25 January 2009

Rain falls first full day in Afghan capital

Winter in Kabul during more pleasant times, circa 1967-68, before the Soviet invasion, the Taliban, and the United States. From the online photo collection of the late Dr. Bill Podlich.

Rain is falling on my first morning in Kabul as I collect my initial observations after less than 24 hours here.

Kabul’s airport is dilapidated and passport control was slow yesterday, but the approach to the city by air is very impressive. At about 1,800 meters in elevation, the city is situated in a geographic bowl surrounded by sharp mountains devoid of any signs of vegetation. Qais Akbar Omar, who represents the fourth generation of carpet makers and was seated next to me on the flight, told me that Afghanistan has also suffered from global warming and that there has been below-normal levels of rainfall the last few years. Still, the taller peaks on the horizon were blanketed in snow.

Once outside airport terminal, security measures were evident everywhere: concrete barriers prevented any straight approach, or exit, by vehicle, speed bumps that were impossible to navigate at more than 5 mph, and Afghan National Army troops with automatic weapons.

The roads to the faculty housing compound were in poor shape, sections were unpaved, and here were no traffic lights, despite heavy vehicle use. We passed many small markets, several of which had carcasses of recently slaughtered animals, mostly sheep and goats I think, hanging outside. Beneath some were piles of skins. Many of the buildings we passed appeared not to have been maintained for many years. Street beggars, mostly older men, were common.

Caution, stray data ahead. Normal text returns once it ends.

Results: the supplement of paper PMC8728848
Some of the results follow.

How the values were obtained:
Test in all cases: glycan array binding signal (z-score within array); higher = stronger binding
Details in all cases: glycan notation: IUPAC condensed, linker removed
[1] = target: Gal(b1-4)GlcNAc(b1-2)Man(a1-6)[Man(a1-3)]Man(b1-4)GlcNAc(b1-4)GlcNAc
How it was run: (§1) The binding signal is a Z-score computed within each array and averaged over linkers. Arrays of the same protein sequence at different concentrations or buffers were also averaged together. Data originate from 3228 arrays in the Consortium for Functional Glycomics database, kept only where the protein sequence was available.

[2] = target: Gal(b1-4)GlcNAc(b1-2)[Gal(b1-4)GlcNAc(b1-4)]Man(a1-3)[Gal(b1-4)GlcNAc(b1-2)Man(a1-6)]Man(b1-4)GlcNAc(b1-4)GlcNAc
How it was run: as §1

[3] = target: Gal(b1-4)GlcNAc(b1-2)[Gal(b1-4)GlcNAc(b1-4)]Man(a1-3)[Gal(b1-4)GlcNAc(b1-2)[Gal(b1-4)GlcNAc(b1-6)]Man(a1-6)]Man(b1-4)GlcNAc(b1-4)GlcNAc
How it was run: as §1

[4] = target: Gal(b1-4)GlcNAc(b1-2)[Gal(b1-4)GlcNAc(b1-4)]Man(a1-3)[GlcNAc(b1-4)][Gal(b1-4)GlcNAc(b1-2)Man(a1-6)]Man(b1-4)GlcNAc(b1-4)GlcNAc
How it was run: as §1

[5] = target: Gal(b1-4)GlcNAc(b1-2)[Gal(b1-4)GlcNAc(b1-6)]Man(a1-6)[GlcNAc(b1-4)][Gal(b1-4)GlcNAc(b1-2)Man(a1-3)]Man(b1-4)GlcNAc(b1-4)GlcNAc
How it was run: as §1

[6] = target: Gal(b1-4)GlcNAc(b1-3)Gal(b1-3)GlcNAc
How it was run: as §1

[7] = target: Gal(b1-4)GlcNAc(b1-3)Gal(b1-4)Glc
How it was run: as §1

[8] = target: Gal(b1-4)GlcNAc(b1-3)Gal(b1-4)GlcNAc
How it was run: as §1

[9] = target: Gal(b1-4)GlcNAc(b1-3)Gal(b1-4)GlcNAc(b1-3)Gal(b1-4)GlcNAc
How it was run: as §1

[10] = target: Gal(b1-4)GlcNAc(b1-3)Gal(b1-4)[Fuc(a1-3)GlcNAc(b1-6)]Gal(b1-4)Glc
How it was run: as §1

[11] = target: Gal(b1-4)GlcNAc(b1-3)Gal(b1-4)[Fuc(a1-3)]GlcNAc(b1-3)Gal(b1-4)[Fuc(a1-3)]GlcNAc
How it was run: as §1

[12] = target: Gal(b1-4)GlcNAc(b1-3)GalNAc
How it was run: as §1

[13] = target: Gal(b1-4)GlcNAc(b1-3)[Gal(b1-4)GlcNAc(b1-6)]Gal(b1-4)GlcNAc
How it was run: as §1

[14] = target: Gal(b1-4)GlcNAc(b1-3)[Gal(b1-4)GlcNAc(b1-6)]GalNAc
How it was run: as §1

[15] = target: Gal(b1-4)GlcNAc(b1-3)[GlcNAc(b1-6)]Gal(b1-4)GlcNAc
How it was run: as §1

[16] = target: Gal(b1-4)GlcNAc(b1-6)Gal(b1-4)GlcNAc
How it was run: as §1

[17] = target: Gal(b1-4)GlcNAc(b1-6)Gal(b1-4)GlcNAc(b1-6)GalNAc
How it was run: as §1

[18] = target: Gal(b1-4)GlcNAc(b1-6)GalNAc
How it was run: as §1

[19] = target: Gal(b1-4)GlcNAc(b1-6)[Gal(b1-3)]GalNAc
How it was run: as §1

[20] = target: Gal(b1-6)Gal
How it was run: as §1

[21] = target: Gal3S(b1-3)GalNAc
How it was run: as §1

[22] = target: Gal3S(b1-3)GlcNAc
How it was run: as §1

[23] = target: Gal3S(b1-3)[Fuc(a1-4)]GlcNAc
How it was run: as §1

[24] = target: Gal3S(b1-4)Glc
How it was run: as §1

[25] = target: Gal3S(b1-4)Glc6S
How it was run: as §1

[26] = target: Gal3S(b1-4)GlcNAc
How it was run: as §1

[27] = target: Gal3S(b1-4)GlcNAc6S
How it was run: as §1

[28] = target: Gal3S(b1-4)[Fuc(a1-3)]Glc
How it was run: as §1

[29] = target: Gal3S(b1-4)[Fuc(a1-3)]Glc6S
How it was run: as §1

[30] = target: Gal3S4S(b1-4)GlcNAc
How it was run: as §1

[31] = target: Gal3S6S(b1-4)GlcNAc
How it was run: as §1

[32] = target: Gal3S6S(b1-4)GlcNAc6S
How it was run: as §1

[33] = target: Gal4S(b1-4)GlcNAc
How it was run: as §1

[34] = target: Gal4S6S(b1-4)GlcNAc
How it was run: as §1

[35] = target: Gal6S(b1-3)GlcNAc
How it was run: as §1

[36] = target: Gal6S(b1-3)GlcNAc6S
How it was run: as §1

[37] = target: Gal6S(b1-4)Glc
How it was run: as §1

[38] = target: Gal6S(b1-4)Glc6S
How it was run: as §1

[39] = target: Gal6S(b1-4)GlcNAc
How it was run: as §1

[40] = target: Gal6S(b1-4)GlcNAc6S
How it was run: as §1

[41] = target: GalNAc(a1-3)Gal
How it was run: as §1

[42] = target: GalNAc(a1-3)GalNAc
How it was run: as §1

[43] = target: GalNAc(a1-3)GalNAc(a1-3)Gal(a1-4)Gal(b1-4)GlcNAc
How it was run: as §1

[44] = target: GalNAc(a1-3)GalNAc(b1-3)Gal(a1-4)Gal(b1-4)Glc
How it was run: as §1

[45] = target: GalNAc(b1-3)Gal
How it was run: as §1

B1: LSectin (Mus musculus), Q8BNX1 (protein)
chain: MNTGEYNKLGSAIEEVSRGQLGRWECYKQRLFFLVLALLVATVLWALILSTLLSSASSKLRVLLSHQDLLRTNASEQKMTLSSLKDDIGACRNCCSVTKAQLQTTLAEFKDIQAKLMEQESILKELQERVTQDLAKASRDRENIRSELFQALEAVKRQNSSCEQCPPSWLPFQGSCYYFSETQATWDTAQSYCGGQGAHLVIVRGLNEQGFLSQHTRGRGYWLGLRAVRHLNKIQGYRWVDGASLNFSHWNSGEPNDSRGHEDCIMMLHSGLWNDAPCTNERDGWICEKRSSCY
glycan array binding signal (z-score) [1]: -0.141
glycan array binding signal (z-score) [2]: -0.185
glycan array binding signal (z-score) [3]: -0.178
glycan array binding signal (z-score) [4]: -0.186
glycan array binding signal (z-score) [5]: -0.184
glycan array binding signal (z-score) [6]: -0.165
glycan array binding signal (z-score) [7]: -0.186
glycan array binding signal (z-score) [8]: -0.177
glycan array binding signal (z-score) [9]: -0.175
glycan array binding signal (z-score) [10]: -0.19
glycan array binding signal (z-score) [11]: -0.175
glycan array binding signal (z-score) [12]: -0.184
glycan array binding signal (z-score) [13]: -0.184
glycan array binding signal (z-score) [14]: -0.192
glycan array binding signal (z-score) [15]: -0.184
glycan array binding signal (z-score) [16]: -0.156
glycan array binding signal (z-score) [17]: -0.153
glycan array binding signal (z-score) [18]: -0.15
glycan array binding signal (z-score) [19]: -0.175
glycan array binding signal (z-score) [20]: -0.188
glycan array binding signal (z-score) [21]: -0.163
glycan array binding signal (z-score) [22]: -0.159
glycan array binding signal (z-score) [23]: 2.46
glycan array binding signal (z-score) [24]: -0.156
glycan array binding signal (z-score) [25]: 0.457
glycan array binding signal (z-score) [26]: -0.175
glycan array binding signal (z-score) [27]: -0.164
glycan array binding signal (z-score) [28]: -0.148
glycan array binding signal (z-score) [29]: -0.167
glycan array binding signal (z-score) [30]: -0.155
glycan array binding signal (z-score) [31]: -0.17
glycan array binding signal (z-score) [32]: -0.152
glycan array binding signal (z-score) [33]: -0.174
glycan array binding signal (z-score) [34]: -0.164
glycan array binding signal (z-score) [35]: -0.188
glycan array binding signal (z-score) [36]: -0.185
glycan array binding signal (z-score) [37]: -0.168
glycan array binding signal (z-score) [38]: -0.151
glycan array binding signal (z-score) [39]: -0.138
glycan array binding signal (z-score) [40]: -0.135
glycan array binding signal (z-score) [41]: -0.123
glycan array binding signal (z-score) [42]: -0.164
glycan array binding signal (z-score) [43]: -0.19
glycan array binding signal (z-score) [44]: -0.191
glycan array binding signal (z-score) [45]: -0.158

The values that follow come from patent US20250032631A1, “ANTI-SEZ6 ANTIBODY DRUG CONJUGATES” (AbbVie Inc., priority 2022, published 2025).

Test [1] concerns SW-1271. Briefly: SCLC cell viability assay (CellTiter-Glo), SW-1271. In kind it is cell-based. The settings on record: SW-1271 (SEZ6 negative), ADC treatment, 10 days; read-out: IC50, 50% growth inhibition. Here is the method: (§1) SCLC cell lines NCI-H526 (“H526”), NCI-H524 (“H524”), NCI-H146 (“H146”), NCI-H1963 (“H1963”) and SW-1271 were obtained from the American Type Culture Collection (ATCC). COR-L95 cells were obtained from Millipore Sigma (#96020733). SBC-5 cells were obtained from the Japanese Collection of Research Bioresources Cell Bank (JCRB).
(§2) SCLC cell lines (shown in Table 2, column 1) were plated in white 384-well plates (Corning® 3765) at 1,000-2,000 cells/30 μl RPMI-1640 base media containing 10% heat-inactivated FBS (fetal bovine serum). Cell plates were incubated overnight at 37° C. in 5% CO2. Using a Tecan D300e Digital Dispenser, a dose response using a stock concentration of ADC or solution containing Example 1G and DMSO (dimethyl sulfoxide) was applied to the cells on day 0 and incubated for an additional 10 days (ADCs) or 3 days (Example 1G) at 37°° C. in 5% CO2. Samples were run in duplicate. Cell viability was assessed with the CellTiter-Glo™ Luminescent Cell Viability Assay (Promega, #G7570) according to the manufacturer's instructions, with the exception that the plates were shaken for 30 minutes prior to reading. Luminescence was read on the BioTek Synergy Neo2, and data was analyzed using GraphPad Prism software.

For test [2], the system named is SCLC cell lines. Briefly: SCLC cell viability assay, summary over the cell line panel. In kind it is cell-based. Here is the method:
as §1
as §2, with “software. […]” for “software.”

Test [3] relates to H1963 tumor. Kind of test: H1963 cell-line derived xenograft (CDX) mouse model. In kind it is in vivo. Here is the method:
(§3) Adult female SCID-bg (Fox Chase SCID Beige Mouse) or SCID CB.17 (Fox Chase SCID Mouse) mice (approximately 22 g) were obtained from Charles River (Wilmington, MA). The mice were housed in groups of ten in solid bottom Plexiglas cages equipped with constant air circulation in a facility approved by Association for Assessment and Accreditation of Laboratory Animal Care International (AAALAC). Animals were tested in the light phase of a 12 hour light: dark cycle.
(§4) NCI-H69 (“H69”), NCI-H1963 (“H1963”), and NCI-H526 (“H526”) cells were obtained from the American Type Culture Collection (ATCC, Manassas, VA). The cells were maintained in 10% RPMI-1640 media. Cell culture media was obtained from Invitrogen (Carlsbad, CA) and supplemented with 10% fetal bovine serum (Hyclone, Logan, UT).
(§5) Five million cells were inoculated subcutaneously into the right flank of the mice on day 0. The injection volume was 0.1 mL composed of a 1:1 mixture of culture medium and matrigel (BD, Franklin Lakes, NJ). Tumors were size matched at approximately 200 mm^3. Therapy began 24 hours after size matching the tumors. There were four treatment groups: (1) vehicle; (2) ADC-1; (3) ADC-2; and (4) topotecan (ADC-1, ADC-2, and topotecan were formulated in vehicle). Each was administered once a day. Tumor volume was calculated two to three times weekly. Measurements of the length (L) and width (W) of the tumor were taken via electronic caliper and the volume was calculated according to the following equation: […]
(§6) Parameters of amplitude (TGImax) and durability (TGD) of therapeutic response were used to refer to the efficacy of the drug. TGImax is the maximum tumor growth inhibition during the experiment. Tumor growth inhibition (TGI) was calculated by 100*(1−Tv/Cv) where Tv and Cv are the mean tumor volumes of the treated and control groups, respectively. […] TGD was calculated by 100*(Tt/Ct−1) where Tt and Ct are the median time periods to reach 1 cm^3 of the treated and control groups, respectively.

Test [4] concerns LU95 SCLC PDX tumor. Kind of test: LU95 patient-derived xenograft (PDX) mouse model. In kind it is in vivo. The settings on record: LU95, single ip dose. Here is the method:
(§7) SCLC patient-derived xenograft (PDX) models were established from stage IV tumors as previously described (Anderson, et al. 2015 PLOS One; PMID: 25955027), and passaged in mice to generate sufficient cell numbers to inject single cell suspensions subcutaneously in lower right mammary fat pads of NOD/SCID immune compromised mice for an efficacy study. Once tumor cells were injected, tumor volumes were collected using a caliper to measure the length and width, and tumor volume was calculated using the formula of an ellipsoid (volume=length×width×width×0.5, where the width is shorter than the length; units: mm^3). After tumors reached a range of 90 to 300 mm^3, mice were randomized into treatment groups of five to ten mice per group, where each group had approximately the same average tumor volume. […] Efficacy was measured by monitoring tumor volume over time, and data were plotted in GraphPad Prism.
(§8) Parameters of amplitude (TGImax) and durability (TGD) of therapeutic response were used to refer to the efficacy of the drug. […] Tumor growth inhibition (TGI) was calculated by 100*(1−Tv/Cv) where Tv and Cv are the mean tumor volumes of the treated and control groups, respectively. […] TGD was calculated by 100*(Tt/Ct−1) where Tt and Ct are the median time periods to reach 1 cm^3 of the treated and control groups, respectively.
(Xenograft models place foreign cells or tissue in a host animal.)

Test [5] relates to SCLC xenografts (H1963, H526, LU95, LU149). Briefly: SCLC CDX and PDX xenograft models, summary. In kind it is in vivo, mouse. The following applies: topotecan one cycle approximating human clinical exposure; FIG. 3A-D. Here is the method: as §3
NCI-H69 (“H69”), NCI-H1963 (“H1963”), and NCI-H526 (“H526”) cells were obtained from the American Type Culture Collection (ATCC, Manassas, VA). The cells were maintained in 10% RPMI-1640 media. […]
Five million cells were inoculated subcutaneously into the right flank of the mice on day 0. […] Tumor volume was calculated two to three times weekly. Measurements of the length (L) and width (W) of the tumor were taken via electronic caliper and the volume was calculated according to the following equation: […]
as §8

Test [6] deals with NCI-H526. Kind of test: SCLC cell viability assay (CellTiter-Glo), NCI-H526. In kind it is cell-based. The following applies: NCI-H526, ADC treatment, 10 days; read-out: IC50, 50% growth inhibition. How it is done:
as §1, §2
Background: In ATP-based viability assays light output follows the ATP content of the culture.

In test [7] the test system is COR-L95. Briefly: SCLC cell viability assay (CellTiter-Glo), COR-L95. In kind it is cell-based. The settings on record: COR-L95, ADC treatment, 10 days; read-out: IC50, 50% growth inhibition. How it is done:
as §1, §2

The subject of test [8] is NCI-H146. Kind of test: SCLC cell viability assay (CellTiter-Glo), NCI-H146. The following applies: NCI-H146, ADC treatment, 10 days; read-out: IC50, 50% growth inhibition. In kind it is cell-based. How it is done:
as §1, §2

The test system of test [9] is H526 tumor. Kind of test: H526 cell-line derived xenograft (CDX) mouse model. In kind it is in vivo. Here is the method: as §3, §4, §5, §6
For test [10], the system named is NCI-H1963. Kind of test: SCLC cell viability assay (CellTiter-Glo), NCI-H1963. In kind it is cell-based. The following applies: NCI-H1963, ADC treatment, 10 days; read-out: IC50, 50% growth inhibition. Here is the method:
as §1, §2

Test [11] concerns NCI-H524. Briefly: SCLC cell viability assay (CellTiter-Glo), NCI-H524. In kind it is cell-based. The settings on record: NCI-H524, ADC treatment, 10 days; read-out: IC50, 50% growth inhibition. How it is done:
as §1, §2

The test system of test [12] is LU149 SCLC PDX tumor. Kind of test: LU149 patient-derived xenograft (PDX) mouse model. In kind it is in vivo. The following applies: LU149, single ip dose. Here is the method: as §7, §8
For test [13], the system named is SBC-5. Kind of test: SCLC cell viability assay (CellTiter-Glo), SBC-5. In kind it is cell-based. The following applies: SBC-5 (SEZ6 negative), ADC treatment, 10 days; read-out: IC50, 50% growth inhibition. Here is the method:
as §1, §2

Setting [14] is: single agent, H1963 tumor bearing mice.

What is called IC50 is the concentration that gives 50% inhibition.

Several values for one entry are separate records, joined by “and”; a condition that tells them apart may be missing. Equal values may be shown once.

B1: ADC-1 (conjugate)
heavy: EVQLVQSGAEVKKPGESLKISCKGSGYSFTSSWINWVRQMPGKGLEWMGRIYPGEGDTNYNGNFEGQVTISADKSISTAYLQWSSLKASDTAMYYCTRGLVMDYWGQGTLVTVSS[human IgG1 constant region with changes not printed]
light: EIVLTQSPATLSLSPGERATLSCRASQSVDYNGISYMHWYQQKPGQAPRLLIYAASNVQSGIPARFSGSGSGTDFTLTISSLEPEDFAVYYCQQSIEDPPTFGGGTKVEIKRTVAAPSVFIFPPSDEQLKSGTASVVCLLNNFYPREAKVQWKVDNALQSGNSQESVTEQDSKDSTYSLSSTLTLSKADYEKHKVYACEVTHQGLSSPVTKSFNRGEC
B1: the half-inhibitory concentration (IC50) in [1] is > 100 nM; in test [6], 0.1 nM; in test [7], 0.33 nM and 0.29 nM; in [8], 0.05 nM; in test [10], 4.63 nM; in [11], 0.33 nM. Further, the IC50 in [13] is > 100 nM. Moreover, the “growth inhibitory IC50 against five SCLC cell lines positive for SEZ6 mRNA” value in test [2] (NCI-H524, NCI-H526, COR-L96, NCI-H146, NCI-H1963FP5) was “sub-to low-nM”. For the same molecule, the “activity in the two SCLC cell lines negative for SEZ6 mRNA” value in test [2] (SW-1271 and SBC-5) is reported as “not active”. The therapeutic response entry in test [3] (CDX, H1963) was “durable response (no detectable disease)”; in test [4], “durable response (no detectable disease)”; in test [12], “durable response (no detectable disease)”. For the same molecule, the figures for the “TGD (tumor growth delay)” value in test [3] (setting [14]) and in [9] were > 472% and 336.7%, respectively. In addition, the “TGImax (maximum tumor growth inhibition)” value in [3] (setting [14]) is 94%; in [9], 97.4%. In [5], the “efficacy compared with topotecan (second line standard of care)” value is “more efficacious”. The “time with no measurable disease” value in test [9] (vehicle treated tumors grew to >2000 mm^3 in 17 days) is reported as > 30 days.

The contrast with Dubai, where I spent the night after my flight from Bishkek, could not be more sharp. Dubai, a global financial center on the Arabian Gulf and playground for the wealthy, is jammed with luxurious hotels, extravagant shopping malls, golf courses, and 21st century architecture, some of which are located on man-made islands and peninsulas. The principality hosts world-class golf tournaments, yacht races, track meets, horse racing and entertainment, including a jazz festival.

The faculty living quarters are modest and, outside the bedrooms, marginally heated. Electrical power occasionally disappears, though not for more a few minutes so far. I share a bathroom with another faculty member, Timor, an Afghan native who has returned to his homeland a week ago after 26 years in Germany. He cautioned me to unplug the water heater before I showered to avoid getting shocked. (It didn’t work.) We share a kitchen with one other faculty member, who I haven’t met yet, a native of Pakistan. Our building, one of four on the same compound housing international faculty, has a walled yard and garden with rose bushes, which will be welcomed in the spring and summer.

Outside yesterday, after arriving about noon, I could hear a rooster crowing, dogs barking, children playing, and in early evening the Muslim call to prayer. From overhead, I heard but did not see helicopters, presumably flown by U.S. military personnel.